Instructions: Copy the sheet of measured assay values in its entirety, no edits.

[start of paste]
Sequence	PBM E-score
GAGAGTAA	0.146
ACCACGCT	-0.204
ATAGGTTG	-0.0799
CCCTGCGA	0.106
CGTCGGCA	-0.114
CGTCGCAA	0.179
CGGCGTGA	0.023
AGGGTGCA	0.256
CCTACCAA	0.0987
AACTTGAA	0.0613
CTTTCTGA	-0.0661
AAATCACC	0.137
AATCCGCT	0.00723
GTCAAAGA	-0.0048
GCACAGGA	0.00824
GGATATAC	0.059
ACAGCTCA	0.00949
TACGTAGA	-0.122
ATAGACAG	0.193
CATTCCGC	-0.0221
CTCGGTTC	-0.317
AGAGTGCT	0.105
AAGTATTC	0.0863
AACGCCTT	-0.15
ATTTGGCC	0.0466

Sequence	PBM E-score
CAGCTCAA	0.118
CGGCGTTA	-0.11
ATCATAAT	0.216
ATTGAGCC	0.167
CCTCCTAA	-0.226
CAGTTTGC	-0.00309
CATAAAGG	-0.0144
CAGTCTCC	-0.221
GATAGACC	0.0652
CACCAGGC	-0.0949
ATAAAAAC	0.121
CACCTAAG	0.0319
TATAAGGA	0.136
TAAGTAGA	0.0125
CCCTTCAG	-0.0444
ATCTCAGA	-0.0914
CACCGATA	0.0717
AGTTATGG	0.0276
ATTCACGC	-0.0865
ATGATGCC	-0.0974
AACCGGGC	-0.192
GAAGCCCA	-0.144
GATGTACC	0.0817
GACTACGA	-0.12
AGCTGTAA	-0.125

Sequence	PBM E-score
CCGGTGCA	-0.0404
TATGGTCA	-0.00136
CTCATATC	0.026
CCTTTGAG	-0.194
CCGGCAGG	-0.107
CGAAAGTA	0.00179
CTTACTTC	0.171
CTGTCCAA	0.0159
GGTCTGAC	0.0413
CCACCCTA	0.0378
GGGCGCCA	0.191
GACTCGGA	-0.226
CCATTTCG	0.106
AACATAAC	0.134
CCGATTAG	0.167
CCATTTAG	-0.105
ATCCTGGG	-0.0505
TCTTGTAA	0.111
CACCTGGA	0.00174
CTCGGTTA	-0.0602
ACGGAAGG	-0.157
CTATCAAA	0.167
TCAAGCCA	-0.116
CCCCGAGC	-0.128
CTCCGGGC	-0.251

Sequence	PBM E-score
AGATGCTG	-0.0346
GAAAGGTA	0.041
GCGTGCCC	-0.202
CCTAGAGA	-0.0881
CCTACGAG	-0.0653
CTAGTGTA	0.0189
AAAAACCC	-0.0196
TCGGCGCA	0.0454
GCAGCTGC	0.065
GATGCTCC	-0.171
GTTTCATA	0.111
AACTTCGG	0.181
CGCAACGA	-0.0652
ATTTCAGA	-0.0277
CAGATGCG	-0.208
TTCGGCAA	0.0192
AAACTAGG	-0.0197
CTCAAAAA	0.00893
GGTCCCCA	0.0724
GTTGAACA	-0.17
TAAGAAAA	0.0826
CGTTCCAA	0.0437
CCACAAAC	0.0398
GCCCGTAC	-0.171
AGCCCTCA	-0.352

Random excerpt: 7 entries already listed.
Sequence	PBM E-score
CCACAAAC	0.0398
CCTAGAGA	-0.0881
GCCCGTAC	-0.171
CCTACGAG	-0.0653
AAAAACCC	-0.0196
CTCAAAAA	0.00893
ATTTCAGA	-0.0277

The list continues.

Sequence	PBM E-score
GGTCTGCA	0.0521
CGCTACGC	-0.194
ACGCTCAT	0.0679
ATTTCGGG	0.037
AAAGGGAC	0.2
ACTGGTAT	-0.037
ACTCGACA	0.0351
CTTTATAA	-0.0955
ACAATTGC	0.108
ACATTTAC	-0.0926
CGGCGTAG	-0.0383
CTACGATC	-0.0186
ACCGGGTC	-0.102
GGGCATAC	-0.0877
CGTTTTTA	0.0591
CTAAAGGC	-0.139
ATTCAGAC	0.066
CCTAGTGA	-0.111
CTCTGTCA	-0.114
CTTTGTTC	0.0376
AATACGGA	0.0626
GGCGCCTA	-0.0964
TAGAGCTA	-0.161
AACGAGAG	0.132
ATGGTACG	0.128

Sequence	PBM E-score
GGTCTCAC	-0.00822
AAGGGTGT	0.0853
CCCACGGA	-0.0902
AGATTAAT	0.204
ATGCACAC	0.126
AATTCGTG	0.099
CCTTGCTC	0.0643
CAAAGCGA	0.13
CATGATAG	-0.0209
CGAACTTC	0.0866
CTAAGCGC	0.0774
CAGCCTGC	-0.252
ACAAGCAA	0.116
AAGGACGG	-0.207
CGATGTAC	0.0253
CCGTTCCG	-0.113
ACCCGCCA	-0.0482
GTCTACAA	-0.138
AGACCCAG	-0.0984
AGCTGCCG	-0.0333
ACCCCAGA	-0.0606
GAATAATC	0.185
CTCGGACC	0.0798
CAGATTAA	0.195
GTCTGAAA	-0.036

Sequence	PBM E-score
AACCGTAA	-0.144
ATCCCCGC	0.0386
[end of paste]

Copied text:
Sequence	PBM E-score
GAGAGTAA	0.146
ACCACGCT	-0.204
ATAGGTTG	-0.0799
CCCTGCGA	0.106
CGTCGGCA	-0.114
CGTCGCAA	0.179
CGGCGTGA	0.023
AGGGTGCA	0.256
CCTACCAA	0.0987
AACTTGAA	0.0613
CTTTCTGA	-0.0661
AAATCACC	0.137
AATCCGCT	0.00723
GTCAAAGA	-0.0048
GCACAGGA	0.00824
GGATATAC	0.059
ACAGCTCA	0.00949
TACGTAGA	-0.122
ATAGACAG	0.193
CATTCCGC	-0.0221
CTCGGTTC	-0.317
AGAGTGCT	0.105
AAGTATTC	0.0863
AACGCCTT	-0.15
ATTTGGCC	0.0466

Sequence	PBM E-score
CAGCTCAA	0.118
CGGCGTTA	-0.11
ATCATAAT	0.216
ATTGAGCC	0.167
CCTCCTAA	-0.226
CAGTTTGC	-0.00309
CATAAAGG	-0.0144
CAGTCTCC	-0.221
GATAGACC	0.0652
CACCAGGC	-0.0949
ATAAAAAC	0.121
CACCTAAG	0.0319
TATAAGGA	0.136
TAAGTAGA	0.0125
CCCTTCAG	-0.0444
ATCTCAGA	-0.0914
CACCGATA	0.0717
AGTTATGG	0.0276
ATTCACGC	-0.0865
ATGATGCC	-0.0974
AACCGGGC	-0.192
GAAGCCCA	-0.144
GATGTACC	0.0817
GACTACGA	-0.12
AGCTGTAA	-0.125

Sequence	PBM E-score
CCGGTGCA	-0.0404
TATGGTCA	-0.00136
CTCATATC	0.026
CCTTTGAG	-0.194
CCGGCAGG	-0.107
CGAAAGTA	0.00179
CTTACTTC	0.171
CTGTCCAA	0.0159
GGTCTGAC	0.0413
CCACCCTA	0.0378
GGGCGCCA	0.191
GACTCGGA	-0.226
CCATTTCG	0.106
AACATAAC	0.134
CCGATTAG	0.167
CCATTTAG	-0.105
ATCCTGGG	-0.0505
TCTTGTAA	0.111
CACCTGGA	0.00174
CTCGGTTA	-0.0602
ACGGAAGG	-0.157
CTATCAAA	0.167
TCAAGCCA	-0.116
CCCCGAGC	-0.128
CTCCGGGC	-0.251

Sequence	PBM E-score
AGATGCTG	-0.0346
GAAAGGTA	0.041
GCGTGCCC	-0.202
CCTAGAGA	-0.0881
CCTACGAG	-0.0653
CTAGTGTA	0.0189
AAAAACCC	-0.0196
TCGGCGCA	0.0454
GCAGCTGC	0.065
GATGCTCC	-0.171
GTTTCATA	0.111
AACTTCGG	0.181
CGCAACGA	-0.0652
ATTTCAGA	-0.0277
CAGATGCG	-0.208
TTCGGCAA	0.0192
AAACTAGG	-0.0197
CTCAAAAA	0.00893
GGTCCCCA	0.0724
GTTGAACA	-0.17
TAAGAAAA	0.0826
CGTTCCAA	0.0437
CCACAAAC	0.0398
GCCCGTAC	-0.171
AGCCCTCA	-0.352

Random excerpt: 7 entries already listed.
Sequence	PBM E-score
CCACAAAC	0.0398
CCTAGAGA	-0.0881
GCCCGTAC	-0.171
CCTACGAG	-0.0653
AAAAACCC	-0.0196
CTCAAAAA	0.00893
ATTTCAGA	-0.0277

The list continues.

Sequence	PBM E-score
GGTCTGCA	0.0521
CGCTACGC	-0.194
ACGCTCAT	0.0679
ATTTCGGG	0.037
AAAGGGAC	0.2
ACTGGTAT	-0.037
ACTCGACA	0.0351
CTTTATAA	-0.0955
ACAATTGC	0.108
ACATTTAC	-0.0926
CGGCGTAG	-0.0383
CTACGATC	-0.0186
ACCGGGTC	-0.102
GGGCATAC	-0.0877
CGTTTTTA	0.0591
CTAAAGGC	-0.139
ATTCAGAC	0.066
CCTAGTGA	-0.111
CTCTGTCA	-0.114
CTTTGTTC	0.0376
AATACGGA	0.0626
GGCGCCTA	-0.0964
TAGAGCTA	-0.161
AACGAGAG	0.132
ATGGTACG	0.128

Sequence	PBM E-score
GGTCTCAC	-0.00822
AAGGGTGT	0.0853
CCCACGGA	-0.0902
AGATTAAT	0.204
ATGCACAC	0.126
AATTCGTG	0.099
CCTTGCTC	0.0643
CAAAGCGA	0.13
CATGATAG	-0.0209
CGAACTTC	0.0866
CTAAGCGC	0.0774
CAGCCTGC	-0.252
ACAAGCAA	0.116
AAGGACGG	-0.207
CGATGTAC	0.0253
CCGTTCCG	-0.113
ACCCGCCA	-0.0482
GTCTACAA	-0.138
AGACCCAG	-0.0984
AGCTGCCG	-0.0333
ACCCCAGA	-0.0606
GAATAATC	0.185
CTCGGACC	0.0798
CAGATTAA	0.195
GTCTGAAA	-0.036

Sequence	PBM E-score
AACCGTAA	-0.144
ATCCCCGC	0.0386